Biologically Important Areas for Cetaceans Within U.S. Waters – Hawai‘i Region

Publications >> Biologically Important Areas for Cetaceans Within U.S. Waters – Hawai‘i Region

Citation

Baird, R.W., D. Cholewiak, D.L. Webster, G.S. Schorr, S.D. Mahaffy, C. Curtice, J. Harrison and S.M. Van Parijs. 2015. Biologically important areas for cetaceans within U.S. waters - Hawai‘i region.Aquatic Mammals 41:54-64

Abstract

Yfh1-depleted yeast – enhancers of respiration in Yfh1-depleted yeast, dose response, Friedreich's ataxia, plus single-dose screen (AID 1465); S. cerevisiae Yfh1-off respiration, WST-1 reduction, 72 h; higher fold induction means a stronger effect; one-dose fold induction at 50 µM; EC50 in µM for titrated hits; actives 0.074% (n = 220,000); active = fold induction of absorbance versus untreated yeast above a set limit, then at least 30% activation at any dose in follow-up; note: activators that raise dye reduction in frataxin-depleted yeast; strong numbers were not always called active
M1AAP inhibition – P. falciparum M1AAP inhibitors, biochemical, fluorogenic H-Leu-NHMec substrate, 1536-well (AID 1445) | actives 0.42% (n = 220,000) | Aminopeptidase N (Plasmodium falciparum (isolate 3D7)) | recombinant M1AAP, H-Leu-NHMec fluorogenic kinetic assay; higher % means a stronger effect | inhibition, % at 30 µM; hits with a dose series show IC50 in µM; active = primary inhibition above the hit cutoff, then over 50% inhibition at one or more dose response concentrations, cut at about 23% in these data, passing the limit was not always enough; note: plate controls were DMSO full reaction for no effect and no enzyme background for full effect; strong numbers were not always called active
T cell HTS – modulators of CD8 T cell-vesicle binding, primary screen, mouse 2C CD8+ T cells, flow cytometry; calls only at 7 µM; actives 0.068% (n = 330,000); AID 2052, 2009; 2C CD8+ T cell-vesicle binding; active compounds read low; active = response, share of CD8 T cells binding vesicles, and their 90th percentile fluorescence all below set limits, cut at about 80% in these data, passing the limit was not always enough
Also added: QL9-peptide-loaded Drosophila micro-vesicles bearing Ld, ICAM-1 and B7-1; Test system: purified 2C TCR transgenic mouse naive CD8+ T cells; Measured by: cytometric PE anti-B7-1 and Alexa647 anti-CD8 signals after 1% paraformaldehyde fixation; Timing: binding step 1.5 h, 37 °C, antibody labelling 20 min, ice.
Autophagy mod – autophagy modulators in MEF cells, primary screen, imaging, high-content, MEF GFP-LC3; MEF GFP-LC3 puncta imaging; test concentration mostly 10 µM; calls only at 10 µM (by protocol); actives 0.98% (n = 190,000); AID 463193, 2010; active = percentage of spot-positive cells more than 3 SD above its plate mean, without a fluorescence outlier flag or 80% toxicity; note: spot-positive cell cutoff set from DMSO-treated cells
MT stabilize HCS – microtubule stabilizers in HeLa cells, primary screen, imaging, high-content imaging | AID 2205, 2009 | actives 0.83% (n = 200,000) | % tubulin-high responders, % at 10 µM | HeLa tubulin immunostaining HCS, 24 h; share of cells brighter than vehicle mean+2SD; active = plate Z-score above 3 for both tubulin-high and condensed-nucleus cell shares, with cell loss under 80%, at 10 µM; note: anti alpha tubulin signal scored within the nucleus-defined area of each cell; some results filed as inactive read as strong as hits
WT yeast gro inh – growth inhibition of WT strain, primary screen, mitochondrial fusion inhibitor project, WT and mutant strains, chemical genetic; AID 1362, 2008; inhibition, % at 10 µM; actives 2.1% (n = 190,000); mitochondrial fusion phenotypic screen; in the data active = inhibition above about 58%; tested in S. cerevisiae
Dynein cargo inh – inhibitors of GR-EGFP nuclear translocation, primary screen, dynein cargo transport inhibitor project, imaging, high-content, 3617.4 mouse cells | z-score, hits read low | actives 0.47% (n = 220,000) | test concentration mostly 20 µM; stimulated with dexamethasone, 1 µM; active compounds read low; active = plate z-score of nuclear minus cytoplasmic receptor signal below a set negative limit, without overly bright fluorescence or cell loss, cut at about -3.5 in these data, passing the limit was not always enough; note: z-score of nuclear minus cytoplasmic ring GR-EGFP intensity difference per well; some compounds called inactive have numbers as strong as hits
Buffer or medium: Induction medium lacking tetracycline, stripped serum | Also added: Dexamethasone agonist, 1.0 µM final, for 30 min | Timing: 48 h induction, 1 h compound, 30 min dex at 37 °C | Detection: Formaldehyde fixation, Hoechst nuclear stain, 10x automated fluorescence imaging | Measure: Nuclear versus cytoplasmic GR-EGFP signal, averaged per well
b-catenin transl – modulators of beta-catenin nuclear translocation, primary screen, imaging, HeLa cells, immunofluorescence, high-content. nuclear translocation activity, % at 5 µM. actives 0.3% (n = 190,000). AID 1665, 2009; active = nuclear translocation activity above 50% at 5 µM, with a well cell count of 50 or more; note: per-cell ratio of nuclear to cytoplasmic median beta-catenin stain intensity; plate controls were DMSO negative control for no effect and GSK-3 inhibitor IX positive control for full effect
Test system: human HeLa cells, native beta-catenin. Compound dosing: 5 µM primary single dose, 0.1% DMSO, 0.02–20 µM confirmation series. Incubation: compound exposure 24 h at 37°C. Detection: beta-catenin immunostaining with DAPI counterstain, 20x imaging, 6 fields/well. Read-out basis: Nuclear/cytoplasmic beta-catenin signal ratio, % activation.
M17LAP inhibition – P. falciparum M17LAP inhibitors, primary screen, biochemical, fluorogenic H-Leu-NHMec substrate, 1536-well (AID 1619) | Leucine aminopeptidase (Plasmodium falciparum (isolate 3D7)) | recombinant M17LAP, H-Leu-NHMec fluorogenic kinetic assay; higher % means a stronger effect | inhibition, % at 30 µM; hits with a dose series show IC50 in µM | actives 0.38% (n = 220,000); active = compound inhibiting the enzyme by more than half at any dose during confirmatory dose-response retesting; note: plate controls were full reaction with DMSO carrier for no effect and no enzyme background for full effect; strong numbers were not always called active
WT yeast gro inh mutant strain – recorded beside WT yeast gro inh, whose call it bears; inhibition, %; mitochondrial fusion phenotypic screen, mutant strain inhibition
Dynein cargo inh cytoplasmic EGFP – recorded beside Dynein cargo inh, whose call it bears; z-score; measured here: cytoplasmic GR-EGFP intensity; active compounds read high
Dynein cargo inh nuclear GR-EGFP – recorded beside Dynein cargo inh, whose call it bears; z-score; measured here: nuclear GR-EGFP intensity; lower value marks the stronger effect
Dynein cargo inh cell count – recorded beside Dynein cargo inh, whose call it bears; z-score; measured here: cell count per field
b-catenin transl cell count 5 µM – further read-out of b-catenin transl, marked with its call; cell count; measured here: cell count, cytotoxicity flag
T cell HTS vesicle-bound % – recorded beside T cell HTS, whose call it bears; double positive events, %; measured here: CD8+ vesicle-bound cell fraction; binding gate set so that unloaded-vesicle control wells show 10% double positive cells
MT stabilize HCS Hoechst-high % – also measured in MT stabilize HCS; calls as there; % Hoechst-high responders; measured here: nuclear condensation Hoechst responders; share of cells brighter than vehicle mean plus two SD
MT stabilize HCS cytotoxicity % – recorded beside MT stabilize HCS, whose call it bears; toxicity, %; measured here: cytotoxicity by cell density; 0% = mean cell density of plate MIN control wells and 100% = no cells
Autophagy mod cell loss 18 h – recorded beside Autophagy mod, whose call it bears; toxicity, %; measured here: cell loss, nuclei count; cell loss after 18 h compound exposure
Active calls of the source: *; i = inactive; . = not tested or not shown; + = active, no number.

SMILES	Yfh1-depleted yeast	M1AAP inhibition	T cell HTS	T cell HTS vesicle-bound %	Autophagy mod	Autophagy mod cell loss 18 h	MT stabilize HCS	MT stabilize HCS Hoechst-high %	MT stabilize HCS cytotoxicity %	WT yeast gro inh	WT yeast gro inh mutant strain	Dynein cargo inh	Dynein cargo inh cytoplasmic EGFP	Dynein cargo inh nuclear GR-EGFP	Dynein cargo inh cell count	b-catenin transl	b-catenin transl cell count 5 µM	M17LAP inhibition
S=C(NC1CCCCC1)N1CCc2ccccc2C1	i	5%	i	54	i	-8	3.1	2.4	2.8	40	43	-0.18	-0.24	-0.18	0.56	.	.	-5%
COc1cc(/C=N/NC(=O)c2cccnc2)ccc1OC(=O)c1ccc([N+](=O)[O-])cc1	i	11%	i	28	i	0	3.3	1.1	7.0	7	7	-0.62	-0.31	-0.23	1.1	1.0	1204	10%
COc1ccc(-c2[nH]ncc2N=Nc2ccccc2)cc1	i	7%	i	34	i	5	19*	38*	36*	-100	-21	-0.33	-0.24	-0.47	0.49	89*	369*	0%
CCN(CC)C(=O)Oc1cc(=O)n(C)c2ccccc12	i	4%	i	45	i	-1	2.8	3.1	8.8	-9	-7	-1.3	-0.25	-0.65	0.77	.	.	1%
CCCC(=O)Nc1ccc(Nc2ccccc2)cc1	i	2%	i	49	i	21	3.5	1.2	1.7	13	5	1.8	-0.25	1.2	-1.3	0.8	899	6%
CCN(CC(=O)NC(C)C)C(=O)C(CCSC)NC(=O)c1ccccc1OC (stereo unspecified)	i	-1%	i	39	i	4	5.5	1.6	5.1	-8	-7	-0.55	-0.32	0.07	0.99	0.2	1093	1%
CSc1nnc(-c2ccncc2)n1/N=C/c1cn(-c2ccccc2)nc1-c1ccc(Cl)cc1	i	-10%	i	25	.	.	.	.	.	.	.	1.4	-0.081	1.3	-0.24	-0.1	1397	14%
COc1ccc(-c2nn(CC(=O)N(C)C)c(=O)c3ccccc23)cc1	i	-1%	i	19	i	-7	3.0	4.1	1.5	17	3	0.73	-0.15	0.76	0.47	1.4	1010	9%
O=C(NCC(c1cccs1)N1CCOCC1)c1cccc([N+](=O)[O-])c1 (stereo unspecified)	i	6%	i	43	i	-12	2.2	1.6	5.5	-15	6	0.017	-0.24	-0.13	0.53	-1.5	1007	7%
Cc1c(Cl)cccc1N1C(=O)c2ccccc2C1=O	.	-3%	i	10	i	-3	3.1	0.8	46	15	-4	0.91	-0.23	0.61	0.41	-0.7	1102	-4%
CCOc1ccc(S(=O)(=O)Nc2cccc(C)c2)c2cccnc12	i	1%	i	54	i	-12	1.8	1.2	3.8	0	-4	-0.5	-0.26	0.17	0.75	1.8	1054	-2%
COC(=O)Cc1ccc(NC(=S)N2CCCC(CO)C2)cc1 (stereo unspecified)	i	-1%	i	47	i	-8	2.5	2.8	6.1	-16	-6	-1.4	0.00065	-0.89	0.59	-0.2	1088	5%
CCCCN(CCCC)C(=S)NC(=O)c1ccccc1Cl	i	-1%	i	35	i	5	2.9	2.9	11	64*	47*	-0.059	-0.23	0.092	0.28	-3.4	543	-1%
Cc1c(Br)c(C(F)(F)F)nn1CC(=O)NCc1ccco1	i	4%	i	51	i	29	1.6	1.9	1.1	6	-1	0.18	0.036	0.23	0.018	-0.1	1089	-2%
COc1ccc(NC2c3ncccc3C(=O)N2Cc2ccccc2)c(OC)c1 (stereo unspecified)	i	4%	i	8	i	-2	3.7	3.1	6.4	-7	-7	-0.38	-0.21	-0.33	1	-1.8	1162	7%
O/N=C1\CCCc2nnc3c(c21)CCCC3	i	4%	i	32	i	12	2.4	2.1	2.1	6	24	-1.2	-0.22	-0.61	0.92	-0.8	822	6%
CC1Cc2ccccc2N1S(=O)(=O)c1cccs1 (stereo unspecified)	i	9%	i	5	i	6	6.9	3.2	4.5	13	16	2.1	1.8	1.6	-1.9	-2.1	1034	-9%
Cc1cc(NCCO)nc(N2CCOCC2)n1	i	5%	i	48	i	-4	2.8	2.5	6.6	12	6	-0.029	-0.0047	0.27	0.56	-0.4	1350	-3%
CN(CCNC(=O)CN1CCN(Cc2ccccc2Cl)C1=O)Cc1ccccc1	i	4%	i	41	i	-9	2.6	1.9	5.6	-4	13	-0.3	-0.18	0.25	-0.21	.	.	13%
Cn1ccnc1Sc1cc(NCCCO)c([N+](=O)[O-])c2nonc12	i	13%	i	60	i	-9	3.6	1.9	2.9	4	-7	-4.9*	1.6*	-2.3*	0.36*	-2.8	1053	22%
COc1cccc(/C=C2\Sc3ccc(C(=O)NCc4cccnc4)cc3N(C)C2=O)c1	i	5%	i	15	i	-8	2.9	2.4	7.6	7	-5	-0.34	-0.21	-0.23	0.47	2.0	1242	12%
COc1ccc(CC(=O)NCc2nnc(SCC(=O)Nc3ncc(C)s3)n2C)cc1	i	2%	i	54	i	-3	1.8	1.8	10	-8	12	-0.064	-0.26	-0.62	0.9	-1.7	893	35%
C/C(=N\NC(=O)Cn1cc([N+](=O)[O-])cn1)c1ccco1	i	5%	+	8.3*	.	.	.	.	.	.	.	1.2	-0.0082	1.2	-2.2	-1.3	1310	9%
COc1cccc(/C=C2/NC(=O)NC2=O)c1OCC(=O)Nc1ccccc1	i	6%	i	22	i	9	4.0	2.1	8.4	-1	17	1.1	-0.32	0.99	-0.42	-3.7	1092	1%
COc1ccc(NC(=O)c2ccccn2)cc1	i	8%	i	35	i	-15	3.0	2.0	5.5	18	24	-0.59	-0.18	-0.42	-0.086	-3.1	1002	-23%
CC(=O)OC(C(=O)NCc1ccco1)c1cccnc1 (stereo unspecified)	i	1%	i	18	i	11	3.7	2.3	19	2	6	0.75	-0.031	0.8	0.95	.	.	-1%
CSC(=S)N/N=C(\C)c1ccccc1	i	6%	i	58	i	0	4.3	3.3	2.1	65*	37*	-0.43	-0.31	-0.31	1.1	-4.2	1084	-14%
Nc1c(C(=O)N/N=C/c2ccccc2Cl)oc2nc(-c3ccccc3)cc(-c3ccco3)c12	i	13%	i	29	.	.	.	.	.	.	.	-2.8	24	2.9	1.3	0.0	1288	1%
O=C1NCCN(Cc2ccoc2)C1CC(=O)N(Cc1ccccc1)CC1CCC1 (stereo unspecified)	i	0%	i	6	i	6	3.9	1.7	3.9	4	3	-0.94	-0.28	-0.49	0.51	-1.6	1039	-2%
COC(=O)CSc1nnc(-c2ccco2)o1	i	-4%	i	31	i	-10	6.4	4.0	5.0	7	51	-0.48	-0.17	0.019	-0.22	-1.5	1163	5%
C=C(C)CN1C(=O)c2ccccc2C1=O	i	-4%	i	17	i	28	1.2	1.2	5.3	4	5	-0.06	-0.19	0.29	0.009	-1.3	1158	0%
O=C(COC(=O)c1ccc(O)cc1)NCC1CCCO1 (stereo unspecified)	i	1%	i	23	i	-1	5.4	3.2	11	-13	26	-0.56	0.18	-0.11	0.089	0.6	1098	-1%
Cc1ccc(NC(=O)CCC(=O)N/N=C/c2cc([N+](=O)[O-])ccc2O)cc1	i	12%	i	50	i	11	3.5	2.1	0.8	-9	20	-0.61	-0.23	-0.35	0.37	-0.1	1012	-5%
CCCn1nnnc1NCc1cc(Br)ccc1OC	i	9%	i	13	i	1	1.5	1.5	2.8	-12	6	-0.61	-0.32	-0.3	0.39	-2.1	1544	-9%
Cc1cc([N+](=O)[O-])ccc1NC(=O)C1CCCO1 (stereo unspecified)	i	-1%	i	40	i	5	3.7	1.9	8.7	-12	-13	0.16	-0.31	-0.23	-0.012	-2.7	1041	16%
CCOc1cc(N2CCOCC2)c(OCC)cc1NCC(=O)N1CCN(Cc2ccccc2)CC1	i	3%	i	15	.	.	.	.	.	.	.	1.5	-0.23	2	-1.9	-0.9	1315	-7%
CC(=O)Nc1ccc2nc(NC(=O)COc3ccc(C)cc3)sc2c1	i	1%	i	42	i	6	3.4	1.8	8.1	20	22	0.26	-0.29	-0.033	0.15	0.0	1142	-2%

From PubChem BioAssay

Of the 18 species of odontocetes known to be present in Hawaiian waters, small resident populations of 11 species—dwarf sperm whales, Blainville’s beaked whales, Cuvier’s beaked whales, pygmy killer whales, short-finned pilot whales, melon-headed whales, false killer whales, pantropical spotted dolphins, spinner dolphins, rough-toothed dolphins, and common bottlenose dolphins—have been identified, based on two or more lines of evidence, including results from small-boat sightings and survey effort, photo-identification, genetic analyses, and satellite tagging. In this review, we merge existing published and unpublished information along with expert judgment for the Hawai‘i region of the U.S. Exclusive Economic Zone and territorial waters in order to identify and support the delineation of 20 Biologically Important Areas (BIAs) for these small and resident populations, and one reproductive area for humpback whales. The geographic extent of the BIAs in Hawaiian waters ranged from approximately 700 to 23,500 km2. BIA designation enhances existing information already available to scientists, managers, policymakers, and the public. They are intended to provide synthesized information in a transparent format that can be readily used toward analyses and planning under U.S. statutes that require the characterization and minimization of impacts of anthropogenic activities on marine mammals. Odontocete BIAs in Hawai‘i are biased toward the main Hawaiian Islands and populations off the island of Hawai‘i, reflecting a much greater level of research effort and thus certainty regarding the existence and range of small resident populations off that island. Emerging evidence of similar small resident populations off other island areas in Hawaiian waters suggest that further BIA designations may be necessary as more detailed information becomes available.

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